Boler Students: Your Responsibility in Doing Business Responsibly
Among investors, corporate executives, and a global financial network (banks, bond rating agencies, public accounting firms, stock exchanges, insurers), the meaning of “responsible business” is increasingly viewed as a great disrupting force, every bit as strategic, powerful and game-changing as the digital revolution.
- Accountants and CFOs are asking how forces that everyone agrees are financially material — resource scarcity, political unrest, consumer trust — might be mirrored in future shareholder and regulatory disclosures.
- Operations, logistics and supply chain professionals are asking how sustainability risks will lead to more and better tools for scenario analysis, higher quality data and more routine integrated reporting to senior management.
- Chartered Financial Analysts and other investment advisors are looking closer at the connection between companies that both do the right thing by the planet and people, while also outperforming their competition.
- Corporate executives, aware of data like the Edelman global report which shows a double-digit drop in their credibility ratings, are asking wide-ranging questions about public trust and their license to operate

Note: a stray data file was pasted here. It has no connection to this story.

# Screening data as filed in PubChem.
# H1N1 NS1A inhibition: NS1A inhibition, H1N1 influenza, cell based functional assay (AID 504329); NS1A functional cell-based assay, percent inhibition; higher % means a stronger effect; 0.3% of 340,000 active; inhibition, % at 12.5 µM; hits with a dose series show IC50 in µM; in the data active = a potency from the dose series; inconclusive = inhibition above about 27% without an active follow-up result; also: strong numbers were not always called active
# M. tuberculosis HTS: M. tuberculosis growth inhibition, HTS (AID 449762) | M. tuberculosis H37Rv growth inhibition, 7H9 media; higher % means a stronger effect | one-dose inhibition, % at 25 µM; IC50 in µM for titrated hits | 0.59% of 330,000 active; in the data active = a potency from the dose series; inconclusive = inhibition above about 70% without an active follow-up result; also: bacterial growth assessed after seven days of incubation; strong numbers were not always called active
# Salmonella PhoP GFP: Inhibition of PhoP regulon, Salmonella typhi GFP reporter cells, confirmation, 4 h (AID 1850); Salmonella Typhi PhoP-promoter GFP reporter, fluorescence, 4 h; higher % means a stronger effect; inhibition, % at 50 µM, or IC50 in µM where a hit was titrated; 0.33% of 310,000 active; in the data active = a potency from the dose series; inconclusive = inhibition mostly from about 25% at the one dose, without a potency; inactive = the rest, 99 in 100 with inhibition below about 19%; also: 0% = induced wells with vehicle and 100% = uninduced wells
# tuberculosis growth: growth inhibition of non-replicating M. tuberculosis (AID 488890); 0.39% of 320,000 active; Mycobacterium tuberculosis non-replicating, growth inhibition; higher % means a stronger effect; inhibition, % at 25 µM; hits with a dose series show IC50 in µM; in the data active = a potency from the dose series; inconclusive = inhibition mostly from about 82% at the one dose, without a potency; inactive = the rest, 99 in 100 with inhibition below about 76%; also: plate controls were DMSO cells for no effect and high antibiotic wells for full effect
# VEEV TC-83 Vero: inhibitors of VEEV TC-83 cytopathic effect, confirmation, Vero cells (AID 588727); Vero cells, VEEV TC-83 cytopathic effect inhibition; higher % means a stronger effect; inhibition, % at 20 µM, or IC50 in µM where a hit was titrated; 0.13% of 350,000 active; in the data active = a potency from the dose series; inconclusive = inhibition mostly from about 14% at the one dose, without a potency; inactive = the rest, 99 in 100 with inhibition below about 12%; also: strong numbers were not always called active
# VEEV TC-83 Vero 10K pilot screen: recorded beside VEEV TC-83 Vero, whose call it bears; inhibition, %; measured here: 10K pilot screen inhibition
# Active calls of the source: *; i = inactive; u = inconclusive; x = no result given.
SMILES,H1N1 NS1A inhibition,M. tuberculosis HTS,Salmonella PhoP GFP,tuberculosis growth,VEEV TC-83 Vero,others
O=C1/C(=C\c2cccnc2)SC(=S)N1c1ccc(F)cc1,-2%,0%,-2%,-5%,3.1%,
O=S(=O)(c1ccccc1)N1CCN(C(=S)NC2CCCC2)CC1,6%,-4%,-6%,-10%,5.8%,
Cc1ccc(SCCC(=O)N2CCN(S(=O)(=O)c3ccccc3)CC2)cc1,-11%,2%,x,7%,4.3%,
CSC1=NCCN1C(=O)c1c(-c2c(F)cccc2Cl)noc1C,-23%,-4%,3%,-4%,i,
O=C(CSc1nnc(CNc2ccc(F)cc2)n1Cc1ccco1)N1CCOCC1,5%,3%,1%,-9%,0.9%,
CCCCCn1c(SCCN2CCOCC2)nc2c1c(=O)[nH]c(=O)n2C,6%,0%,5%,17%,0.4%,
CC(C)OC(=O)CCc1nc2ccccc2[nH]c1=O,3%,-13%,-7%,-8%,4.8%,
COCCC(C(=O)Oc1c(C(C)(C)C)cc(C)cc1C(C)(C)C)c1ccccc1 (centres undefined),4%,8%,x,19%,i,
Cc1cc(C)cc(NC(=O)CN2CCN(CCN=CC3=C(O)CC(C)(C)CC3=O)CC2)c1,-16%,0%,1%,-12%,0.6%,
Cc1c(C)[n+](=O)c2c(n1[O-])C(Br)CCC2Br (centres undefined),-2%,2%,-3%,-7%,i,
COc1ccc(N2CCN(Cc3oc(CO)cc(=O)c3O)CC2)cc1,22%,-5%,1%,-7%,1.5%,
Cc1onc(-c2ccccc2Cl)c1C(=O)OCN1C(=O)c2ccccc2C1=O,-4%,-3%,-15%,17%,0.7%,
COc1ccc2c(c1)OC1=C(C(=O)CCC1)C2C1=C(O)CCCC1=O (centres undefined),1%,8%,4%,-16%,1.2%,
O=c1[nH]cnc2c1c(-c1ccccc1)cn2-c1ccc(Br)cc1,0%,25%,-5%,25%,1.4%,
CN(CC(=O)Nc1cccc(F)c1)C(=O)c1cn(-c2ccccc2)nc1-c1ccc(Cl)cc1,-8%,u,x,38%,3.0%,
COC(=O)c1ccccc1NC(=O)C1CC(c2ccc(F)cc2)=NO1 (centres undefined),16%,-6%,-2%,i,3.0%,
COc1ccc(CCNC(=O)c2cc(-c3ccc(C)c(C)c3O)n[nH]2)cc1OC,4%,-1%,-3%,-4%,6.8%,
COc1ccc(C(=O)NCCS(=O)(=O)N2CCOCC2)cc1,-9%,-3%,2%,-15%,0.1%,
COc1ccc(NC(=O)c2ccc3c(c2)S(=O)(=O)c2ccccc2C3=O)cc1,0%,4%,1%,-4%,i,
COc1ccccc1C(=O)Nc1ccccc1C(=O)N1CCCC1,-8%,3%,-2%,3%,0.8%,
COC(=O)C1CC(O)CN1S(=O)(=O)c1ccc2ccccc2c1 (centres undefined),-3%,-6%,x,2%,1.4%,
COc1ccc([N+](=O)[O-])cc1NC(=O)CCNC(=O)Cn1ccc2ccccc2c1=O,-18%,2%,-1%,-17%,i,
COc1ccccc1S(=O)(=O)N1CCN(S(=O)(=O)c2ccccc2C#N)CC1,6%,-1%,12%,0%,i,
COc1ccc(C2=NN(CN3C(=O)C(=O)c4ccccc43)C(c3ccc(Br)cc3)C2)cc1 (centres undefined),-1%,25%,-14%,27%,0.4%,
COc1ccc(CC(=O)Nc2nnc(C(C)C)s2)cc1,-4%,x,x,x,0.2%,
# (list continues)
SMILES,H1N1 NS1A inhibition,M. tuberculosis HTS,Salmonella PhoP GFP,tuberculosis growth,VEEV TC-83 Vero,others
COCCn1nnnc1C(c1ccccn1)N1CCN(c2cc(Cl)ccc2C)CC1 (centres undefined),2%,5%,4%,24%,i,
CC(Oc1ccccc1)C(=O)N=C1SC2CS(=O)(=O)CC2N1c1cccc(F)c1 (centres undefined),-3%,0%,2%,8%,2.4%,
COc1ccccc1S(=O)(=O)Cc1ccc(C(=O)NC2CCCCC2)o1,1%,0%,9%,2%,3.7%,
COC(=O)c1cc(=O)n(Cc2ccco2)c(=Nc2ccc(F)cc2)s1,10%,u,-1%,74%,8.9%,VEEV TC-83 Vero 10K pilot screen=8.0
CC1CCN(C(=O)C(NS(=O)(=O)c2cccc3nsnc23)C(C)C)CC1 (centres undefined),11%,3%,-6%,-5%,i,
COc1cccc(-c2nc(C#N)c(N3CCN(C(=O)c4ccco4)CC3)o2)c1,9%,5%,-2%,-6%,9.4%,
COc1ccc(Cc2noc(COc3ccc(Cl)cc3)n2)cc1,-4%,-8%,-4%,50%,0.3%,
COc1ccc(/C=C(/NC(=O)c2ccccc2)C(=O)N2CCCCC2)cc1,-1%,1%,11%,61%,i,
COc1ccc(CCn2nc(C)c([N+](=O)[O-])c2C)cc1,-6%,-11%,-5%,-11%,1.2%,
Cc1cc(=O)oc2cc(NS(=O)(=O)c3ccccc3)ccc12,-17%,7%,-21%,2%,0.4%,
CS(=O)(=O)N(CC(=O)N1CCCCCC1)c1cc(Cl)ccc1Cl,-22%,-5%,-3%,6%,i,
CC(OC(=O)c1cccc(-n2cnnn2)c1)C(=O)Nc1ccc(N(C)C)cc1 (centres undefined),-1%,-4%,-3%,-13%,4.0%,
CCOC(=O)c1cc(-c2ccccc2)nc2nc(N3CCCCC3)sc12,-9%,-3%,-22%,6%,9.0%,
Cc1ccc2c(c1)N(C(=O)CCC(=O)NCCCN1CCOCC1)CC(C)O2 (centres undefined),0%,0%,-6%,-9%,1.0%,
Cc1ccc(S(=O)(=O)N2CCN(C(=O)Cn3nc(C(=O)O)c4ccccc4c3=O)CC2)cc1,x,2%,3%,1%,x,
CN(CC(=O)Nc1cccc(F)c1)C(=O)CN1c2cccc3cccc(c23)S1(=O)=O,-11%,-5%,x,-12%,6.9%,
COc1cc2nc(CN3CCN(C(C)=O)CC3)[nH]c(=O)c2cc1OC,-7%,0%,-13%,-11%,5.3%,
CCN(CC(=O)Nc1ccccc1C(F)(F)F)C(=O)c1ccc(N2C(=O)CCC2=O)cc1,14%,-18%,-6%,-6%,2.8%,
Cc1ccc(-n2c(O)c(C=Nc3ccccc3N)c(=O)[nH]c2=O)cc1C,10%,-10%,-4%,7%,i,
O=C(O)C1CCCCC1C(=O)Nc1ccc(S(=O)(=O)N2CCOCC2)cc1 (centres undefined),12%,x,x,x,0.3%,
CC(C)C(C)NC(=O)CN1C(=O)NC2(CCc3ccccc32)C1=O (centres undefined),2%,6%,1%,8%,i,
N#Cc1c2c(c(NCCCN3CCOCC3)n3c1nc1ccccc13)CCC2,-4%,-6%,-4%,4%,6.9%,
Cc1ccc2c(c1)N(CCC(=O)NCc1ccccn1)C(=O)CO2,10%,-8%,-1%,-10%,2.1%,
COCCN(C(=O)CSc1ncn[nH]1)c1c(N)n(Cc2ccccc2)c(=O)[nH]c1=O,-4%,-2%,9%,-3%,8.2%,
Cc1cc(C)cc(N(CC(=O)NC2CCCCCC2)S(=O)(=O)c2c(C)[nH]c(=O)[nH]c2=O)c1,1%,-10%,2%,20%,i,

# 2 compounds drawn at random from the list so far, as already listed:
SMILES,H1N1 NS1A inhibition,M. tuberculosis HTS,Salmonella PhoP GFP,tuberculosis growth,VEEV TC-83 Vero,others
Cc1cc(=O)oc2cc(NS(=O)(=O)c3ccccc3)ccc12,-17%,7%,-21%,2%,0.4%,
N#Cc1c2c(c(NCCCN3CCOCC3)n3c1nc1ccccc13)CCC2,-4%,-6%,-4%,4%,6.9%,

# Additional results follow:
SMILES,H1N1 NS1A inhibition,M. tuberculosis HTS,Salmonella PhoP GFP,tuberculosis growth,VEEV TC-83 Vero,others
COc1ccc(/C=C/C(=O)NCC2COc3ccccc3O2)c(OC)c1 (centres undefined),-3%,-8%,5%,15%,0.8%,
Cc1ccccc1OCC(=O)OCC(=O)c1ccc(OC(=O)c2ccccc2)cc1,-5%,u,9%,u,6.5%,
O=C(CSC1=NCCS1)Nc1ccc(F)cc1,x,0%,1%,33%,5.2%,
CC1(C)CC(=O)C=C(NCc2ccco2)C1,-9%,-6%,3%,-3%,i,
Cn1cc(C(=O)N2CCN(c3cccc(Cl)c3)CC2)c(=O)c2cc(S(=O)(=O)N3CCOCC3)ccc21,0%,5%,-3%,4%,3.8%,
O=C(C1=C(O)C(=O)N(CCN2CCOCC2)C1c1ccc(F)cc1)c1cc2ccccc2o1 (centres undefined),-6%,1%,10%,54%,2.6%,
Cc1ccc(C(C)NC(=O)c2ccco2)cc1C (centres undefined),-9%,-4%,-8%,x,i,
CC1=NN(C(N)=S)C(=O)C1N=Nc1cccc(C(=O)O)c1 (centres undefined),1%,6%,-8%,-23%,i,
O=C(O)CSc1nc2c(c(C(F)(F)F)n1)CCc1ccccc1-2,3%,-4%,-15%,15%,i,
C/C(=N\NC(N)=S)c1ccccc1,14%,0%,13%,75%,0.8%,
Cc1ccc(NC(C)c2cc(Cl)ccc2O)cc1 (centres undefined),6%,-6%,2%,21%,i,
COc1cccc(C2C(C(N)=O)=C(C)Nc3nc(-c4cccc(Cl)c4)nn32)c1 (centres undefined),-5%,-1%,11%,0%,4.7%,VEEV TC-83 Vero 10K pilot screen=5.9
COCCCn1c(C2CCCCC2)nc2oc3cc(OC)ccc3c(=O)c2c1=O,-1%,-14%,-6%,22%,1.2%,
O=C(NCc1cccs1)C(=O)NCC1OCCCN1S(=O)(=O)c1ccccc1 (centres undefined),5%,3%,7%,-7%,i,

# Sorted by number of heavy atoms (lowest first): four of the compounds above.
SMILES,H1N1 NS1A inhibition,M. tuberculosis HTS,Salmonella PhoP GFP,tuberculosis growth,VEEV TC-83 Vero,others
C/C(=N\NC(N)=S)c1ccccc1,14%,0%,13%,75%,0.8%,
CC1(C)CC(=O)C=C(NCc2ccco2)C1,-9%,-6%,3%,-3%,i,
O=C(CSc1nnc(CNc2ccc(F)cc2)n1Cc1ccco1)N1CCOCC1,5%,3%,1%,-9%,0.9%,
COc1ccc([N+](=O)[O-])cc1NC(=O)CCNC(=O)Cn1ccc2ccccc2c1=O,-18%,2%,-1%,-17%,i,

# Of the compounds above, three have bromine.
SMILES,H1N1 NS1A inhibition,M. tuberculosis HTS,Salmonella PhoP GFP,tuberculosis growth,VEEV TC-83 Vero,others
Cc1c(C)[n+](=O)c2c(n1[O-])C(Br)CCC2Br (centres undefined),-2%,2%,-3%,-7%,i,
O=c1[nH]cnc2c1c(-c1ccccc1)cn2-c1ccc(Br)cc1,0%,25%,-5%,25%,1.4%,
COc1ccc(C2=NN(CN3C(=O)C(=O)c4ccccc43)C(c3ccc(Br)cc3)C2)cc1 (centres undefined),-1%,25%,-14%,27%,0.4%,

As a Boler student, you enjoy access to cutting edge knowledge, executive mentors and real-world experiences that will prepare you to one day play a central role — helping to move responsible business practice from the margins to the center of operations, strategy and innovation.
- You will help to create and mature new socially focused business models that look to gain a first-mover advantage.
- You will lead a “race to the top” that will look to scale responsible and sustainable markets.
- You will show by example that good people are good for business.
I think (students) are more conscious of the business value of social and environmental responsibility. I would characterize them as enlightened young leaders as opposed to merely ambitious.
William J. O’Rourke Jr. ’70
John Carroll University Board of Directors
Retired VP Sustainability and Environment, Health and Safety
Ten or 15 years ago, the question of what made a company “responsible” involved a limited and relatively easy to understand set of measures related to carbon footprint, employee well-being and giving back to the community. At the consumer level, those measures generally still hold.
A global Nielsen survey (October, 2015) confirms that buyers — especially young professional Millennials and college-age Generation Z buyers — increasingly base purchase decisions on that familiar matrix of the environment, work conditions and community investments. (Source: The Sustainability Imperative, Nielsen 2015)